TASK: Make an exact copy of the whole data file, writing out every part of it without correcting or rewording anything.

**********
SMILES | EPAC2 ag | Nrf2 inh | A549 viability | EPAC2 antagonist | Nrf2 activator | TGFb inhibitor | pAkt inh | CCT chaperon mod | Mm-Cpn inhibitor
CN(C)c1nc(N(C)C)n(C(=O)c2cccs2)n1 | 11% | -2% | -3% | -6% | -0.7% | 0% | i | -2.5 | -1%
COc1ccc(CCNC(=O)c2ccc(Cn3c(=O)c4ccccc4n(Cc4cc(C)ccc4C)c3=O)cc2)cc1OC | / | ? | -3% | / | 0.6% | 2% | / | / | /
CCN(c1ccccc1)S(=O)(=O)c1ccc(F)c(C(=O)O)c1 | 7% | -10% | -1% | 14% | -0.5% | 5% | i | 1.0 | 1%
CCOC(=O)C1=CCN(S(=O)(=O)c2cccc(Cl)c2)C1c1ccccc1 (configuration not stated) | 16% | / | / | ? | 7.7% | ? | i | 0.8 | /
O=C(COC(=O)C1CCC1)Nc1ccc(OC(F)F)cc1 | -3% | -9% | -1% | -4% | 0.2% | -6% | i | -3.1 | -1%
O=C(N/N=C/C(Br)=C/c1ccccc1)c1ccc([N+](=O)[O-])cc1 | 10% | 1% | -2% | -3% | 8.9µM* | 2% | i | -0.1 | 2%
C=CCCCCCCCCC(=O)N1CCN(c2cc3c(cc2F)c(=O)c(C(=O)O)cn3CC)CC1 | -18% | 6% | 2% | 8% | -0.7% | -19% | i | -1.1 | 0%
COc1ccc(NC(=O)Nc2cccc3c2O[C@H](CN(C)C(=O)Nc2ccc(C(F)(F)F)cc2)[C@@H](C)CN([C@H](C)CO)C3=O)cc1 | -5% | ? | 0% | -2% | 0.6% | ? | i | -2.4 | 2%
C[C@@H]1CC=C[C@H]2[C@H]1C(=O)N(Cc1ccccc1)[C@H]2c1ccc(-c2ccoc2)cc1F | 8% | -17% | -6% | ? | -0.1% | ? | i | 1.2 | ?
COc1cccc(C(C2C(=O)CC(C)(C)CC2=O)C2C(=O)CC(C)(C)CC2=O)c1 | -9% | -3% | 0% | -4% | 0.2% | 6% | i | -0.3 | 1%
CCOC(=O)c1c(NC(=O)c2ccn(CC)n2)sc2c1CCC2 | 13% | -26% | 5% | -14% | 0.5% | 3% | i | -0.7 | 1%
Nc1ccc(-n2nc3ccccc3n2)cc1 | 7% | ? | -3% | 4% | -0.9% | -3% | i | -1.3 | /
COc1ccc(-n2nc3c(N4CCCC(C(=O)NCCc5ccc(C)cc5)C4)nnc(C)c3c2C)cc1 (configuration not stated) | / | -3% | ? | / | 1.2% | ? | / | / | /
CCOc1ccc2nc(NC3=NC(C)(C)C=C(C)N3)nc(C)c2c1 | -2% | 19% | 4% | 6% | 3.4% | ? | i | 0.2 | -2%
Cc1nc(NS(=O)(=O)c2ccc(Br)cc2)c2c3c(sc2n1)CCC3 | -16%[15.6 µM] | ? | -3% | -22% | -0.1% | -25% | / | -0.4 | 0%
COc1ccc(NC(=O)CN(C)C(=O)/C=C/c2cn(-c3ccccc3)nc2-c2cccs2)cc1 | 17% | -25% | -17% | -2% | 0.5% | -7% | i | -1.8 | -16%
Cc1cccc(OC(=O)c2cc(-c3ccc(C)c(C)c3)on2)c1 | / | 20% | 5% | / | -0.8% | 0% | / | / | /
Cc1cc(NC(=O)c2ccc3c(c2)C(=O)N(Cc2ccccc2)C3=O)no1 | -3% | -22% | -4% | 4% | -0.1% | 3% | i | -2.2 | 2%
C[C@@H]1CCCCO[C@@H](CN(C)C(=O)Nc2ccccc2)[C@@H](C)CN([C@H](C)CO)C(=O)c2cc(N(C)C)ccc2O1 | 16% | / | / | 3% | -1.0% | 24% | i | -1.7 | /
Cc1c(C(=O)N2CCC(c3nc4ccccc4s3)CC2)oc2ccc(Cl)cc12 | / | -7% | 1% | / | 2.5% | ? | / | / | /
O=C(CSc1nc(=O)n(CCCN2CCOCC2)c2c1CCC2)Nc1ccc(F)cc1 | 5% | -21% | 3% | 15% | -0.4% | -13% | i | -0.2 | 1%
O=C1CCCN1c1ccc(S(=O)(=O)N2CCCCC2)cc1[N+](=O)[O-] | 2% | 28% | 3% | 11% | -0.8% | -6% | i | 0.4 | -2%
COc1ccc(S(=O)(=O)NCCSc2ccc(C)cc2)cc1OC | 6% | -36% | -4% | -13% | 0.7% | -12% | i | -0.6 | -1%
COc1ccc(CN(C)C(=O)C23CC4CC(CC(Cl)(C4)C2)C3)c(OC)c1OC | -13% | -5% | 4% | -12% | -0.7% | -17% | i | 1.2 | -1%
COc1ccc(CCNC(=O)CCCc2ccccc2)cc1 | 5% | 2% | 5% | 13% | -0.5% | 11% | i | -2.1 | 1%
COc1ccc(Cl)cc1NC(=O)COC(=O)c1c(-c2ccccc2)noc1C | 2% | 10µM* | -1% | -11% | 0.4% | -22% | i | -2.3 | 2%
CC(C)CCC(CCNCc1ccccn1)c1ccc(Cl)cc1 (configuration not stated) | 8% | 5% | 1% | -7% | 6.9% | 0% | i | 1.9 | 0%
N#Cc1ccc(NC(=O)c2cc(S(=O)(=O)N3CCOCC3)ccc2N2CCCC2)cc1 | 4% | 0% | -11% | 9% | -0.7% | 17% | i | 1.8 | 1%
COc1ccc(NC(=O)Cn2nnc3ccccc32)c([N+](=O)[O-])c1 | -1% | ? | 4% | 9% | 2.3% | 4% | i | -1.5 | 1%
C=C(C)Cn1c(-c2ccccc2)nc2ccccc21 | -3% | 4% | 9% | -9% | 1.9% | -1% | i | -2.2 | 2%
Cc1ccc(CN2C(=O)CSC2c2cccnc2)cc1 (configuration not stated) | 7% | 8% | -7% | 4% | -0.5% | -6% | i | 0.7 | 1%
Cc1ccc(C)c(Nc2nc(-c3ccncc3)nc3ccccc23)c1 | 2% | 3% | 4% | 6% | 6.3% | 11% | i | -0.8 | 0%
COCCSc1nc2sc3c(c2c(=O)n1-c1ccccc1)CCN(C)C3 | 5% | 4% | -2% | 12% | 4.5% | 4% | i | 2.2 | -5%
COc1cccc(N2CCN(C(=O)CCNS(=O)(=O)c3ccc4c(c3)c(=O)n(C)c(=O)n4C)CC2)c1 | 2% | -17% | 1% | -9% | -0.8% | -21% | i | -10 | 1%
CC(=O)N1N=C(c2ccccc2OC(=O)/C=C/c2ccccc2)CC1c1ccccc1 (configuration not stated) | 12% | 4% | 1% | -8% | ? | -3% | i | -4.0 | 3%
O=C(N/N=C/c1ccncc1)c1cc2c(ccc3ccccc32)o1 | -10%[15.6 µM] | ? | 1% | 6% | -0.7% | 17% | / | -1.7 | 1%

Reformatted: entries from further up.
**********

SMILES | EPAC2 ag | Nrf2 inh | A549 viability | EPAC2 antagonist | Nrf2 activator | TGFb inhibitor | pAkt inh | CCT chaperon mod | Mm-Cpn inhibitor
CN(C)c1nc(N(C)C)n(C(=O)c2cccs2)n1 | 11% | -2% | -3% | -6% | -0.7% | 0% | i | -2.5 | -1%
COc1ccc(CCNC(=O)c2ccc(Cn3c(=O)c4ccccc4n(Cc4cc(C)ccc4C)c3=O)cc2)cc1OC | / | ? | -3% | / | 0.6% | 2% | / | / | /
CCN(c1ccccc1)S(=O)(=O)c1ccc(F)c(C(=O)O)c1 | 7% | -10% | -1% | 14% | -0.5% | 5% | i | 1.0 | 1%
CCOC(=O)C1=CCN(S(=O)(=O)c2cccc(Cl)c2)C1c1ccccc1 (configuration not stated) | 16% | / | / | ? | 7.7% | ? | i | 0.8 | /
O=C(COC(=O)C1CCC1)Nc1ccc(OC(F)F)cc1 | -3% | -9% | -1% | -4% | 0.2% | -6% | i | -3.1 | -1%
O=C(N/N=C/C(Br)=C/c1ccccc1)c1ccc([N+](=O)[O-])cc1 | 10% | 1% | -2% | -3% | 8.9µM* | 2% | i | -0.1 | 2%
C=CCCCCCCCCC(=O)N1CCN(c2cc3c(cc2F)c(=O)c(C(=O)O)cn3CC)CC1 | -18% | 6% | 2% | 8% | -0.7% | -19% | i | -1.1 | 0%
COc1ccc(NC(=O)Nc2cccc3c2O[C@H](CN(C)C(=O)Nc2ccc(C(F)(F)F)cc2)[C@@H](C)CN([C@H](C)CO)C3=O)cc1 | -5% | ? | 0% | -2% | 0.6% | ? | i | -2.4 | 2%
C[C@@H]1CC=C[C@H]2[C@H]1C(=O)N(Cc1ccccc1)[C@H]2c1ccc(-c2ccoc2)cc1F | 8% | -17% | -6% | ? | -0.1% | ? | i | 1.2 | ?
COc1cccc(C(C2C(=O)CC(C)(C)CC2=O)C2C(=O)CC(C)(C)CC2=O)c1 | -9% | -3% | 0% | -4% | 0.2% | 6% | i | -0.3 | 1%
CCOC(=O)c1c(NC(=O)c2ccn(CC)n2)sc2c1CCC2 | 13% | -26% | 5% | -14% | 0.5% | 3% | i | -0.7 | 1%
Nc1ccc(-n2nc3ccccc3n2)cc1 | 7% | ? | -3% | 4% | -0.9% | -3% | i | -1.3 | /
COc1ccc(-n2nc3c(N4CCCC(C(=O)NCCc5ccc(C)cc5)C4)nnc(C)c3c2C)cc1 (configuration not stated) | / | -3% | ? | / | 1.2% | ? | / | / | /
CCOc1ccc2nc(NC3=NC(C)(C)C=C(C)N3)nc(C)c2c1 | -2% | 19% | 4% | 6% | 3.4% | ? | i | 0.2 | -2%
Cc1nc(NS(=O)(=O)c2ccc(Br)cc2)c2c3c(sc2n1)CCC3 | -16%[15.6 µM] | ? | -3% | -22% | -0.1% | -25% | / | -0.4 | 0%
COc1ccc(NC(=O)CN(C)C(=O)/C=C/c2cn(-c3ccccc3)nc2-c2cccs2)cc1 | 17% | -25% | -17% | -2% | 0.5% | -7% | i | -1.8 | -16%
Cc1cccc(OC(=O)c2cc(-c3ccc(C)c(C)c3)on2)c1 | / | 20% | 5% | / | -0.8% | 0% | / | / | /
Cc1cc(NC(=O)c2ccc3c(c2)C(=O)N(Cc2ccccc2)C3=O)no1 | -3% | -22% | -4% | 4% | -0.1% | 3% | i | -2.2 | 2%
C[C@@H]1CCCCO[C@@H](CN(C)C(=O)Nc2ccccc2)[C@@H](C)CN([C@H](C)CO)C(=O)c2cc(N(C)C)ccc2O1 | 16% | / | / | 3% | -1.0% | 24% | i | -1.7 | /
Cc1c(C(=O)N2CCC(c3nc4ccccc4s3)CC2)oc2ccc(Cl)cc12 | / | -7% | 1% | / | 2.5% | ? | / | / | /
O=C(CSc1nc(=O)n(CCCN2CCOCC2)c2c1CCC2)Nc1ccc(F)cc1 | 5% | -21% | 3% | 15% | -0.4% | -13% | i | -0.2 | 1%
O=C1CCCN1c1ccc(S(=O)(=O)N2CCCCC2)cc1[N+](=O)[O-] | 2% | 28% | 3% | 11% | -0.8% | -6% | i | 0.4 | -2%
COc1ccc(S(=O)(=O)NCCSc2ccc(C)cc2)cc1OC | 6% | -36% | -4% | -13% | 0.7% | -12% | i | -0.6 | -1%
COc1ccc(CN(C)C(=O)C23CC4CC(CC(Cl)(C4)C2)C3)c(OC)c1OC | -13% | -5% | 4% | -12% | -0.7% | -17% | i | 1.2 | -1%
COc1ccc(CCNC(=O)CCCc2ccccc2)cc1 | 5% | 2% | 5% | 13% | -0.5% | 11% | i | -2.1 | 1%
COc1ccc(Cl)cc1NC(=O)COC(=O)c1c(-c2ccccc2)noc1C | 2% | 10µM* | -1% | -11% | 0.4% | -22% | i | -2.3 | 2%
CC(C)CCC(CCNCc1ccccn1)c1ccc(Cl)cc1 (configuration not stated) | 8% | 5% | 1% | -7% | 6.9% | 0% | i | 1.9 | 0%
N#Cc1ccc(NC(=O)c2cc(S(=O)(=O)N3CCOCC3)ccc2N2CCCC2)cc1 | 4% | 0% | -11% | 9% | -0.7% | 17% | i | 1.8 | 1%
COc1ccc(NC(=O)Cn2nnc3ccccc32)c([N+](=O)[O-])c1 | -1% | ? | 4% | 9% | 2.3% | 4% | i | -1.5 | 1%
C=C(C)Cn1c(-c2ccccc2)nc2ccccc21 | -3% | 4% | 9% | -9% | 1.9% | -1% | i | -2.2 | 2%
Cc1ccc(CN2C(=O)CSC2c2cccnc2)cc1 (configuration not stated) | 7% | 8% | -7% | 4% | -0.5% | -6% | i | 0.7 | 1%
Cc1ccc(C)c(Nc2nc(-c3ccncc3)nc3ccccc23)c1 | 2% | 3% | 4% | 6% | 6.3% | 11% | i | -0.8 | 0%
COCCSc1nc2sc3c(c2c(=O)n1-c1ccccc1)CCN(C)C3 | 5% | 4% | -2% | 12% | 4.5% | 4% | i | 2.2 | -5%
COc1cccc(N2CCN(C(=O)CCNS(=O)(=O)c3ccc4c(c3)c(=O)n(C)c(=O)n4C)CC2)c1 | 2% | -17% | 1% | -9% | -0.8% | -21% | i | -10 | 1%
CC(=O)N1N=C(c2ccccc2OC(=O)/C=C/c2ccccc2)CC1c1ccccc1 (configuration not stated) | 12% | 4% | 1% | -8% | ? | -3% | i | -4.0 | 3%
O=C(N/N=C/c1ccncc1)c1cc2c(ccc3ccccc32)o1 | -10%[15.6 µM] | ? | 1% | 6% | -0.7% | 17% | / | -1.7 | 1%

Reformatted: entries from further up.